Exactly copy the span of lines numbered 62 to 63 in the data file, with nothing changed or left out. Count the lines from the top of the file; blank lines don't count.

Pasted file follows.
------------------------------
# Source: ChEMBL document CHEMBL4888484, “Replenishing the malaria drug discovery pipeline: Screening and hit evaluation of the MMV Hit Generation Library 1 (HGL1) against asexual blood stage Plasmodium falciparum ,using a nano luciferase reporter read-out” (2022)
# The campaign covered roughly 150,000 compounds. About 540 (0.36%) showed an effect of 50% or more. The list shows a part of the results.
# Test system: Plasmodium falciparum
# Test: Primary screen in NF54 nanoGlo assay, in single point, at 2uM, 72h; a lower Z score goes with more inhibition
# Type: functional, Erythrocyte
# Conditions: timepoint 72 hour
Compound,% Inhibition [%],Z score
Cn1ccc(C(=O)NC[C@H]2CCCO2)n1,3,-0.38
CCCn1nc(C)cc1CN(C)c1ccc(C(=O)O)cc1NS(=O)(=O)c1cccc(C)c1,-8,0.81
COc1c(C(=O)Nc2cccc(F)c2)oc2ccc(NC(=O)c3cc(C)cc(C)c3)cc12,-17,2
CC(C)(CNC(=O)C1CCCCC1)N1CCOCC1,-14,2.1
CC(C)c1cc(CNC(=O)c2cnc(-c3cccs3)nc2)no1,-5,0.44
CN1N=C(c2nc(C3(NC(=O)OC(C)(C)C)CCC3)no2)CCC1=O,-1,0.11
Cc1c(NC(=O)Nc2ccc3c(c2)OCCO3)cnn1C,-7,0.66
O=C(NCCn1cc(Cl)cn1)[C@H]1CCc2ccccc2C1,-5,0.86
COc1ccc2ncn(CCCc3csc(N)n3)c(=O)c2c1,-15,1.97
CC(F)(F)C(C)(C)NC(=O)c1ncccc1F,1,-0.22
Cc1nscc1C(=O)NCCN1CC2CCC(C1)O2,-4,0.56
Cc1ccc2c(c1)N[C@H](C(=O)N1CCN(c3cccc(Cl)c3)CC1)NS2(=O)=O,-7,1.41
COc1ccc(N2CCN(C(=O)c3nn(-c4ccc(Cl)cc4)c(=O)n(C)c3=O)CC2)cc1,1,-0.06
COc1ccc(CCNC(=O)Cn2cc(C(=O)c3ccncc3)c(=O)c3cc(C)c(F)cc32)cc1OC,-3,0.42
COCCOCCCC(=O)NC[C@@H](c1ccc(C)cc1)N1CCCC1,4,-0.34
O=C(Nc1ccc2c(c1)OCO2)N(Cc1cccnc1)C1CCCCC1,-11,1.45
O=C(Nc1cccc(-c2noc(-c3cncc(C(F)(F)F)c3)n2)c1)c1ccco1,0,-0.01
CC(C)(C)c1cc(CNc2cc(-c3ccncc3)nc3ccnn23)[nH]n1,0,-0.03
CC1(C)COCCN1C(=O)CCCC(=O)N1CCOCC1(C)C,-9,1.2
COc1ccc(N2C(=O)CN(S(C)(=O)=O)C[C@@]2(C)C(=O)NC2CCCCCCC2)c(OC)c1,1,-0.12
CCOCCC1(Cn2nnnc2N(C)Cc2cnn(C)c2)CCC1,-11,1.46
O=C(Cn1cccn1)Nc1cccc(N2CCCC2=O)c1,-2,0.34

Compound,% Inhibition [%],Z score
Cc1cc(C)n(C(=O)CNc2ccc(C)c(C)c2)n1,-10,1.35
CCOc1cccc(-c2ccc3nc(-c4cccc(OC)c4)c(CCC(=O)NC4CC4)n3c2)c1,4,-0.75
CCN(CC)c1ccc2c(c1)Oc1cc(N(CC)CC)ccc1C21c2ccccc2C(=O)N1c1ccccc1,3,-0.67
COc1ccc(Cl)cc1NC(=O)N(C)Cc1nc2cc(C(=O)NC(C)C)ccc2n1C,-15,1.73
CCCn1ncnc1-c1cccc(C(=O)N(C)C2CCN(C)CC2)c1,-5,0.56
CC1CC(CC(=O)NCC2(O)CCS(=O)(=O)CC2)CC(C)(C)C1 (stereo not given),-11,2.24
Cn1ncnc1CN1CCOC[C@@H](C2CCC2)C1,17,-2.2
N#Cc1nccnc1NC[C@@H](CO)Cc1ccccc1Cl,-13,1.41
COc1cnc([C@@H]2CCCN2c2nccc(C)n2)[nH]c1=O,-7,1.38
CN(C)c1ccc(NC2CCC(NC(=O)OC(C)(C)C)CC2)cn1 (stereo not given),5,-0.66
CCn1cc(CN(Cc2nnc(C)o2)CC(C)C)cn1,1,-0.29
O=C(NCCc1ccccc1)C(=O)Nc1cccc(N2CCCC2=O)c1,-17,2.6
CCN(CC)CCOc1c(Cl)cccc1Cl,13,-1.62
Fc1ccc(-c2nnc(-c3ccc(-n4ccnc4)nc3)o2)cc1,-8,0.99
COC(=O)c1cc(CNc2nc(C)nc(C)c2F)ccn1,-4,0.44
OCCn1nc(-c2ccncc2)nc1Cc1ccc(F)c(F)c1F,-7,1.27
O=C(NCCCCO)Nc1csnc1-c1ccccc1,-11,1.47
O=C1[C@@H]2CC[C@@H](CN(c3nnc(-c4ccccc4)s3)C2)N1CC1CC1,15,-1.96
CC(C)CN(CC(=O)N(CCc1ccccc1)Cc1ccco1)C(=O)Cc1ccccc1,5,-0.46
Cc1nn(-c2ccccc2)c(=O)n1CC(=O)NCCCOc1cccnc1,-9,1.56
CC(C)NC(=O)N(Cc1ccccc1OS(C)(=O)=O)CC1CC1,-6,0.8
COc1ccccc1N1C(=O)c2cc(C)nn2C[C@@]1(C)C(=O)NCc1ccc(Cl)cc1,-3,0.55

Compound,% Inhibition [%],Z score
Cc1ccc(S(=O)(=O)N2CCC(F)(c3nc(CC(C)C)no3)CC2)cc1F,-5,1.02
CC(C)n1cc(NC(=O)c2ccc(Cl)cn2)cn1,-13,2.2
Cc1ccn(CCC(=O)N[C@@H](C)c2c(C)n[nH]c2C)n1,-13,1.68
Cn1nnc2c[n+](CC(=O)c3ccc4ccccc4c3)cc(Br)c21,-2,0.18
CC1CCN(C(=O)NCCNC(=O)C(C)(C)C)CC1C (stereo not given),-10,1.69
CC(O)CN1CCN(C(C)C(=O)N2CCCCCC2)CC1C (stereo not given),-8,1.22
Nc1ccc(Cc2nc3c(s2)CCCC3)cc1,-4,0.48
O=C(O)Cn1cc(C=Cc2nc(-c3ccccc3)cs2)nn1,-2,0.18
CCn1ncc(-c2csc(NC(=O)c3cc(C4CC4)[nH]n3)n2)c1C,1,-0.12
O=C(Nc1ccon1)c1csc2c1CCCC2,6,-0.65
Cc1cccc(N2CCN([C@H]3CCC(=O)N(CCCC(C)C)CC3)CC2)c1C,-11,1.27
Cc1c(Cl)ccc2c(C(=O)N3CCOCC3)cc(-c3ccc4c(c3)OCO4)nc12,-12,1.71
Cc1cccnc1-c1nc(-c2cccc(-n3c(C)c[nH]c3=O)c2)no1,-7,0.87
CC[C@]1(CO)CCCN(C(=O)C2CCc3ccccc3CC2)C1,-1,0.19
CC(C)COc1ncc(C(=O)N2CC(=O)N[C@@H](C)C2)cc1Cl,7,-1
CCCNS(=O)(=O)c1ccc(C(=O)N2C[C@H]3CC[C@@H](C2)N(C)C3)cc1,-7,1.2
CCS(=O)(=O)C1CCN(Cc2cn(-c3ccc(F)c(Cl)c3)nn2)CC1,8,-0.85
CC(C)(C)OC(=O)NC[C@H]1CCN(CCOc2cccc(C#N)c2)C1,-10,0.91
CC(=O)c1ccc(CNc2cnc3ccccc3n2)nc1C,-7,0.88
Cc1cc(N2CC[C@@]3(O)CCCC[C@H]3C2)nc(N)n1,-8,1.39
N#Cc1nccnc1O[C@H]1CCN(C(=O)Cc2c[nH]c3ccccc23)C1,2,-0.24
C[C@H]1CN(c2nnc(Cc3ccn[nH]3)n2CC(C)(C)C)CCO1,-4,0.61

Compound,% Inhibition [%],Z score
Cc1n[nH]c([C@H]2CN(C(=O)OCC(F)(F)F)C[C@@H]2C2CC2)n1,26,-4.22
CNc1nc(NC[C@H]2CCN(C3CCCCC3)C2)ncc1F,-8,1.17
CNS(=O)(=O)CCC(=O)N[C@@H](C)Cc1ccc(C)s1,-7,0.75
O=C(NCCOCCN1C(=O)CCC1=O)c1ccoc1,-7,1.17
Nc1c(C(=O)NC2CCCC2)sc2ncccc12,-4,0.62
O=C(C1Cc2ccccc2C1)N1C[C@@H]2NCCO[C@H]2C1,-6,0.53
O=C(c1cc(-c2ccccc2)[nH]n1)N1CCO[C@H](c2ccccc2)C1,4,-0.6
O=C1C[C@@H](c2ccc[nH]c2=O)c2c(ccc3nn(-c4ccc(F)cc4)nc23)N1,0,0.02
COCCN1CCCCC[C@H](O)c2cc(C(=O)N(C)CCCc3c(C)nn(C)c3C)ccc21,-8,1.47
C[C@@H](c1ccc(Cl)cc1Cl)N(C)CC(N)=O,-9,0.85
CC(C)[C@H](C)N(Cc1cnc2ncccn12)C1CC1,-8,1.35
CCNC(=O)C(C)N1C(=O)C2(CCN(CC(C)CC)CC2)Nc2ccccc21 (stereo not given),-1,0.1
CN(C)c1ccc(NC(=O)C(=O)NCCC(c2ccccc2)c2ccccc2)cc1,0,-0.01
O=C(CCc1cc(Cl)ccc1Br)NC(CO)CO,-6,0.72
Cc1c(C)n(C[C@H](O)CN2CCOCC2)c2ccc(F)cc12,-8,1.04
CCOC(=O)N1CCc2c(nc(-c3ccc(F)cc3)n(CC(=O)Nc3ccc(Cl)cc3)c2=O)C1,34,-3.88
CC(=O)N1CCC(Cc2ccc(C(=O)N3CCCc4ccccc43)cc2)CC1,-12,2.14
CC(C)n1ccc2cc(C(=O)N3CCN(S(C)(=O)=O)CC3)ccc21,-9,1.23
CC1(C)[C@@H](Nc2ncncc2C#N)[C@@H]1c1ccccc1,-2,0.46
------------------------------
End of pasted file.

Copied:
CCn1ncc(-c2csc(NC(=O)c3cc(C4CC4)[nH]n3)n2)c1C,1,-0.12
O=C(Nc1ccon1)c1csc2c1CCCC2,6,-0.65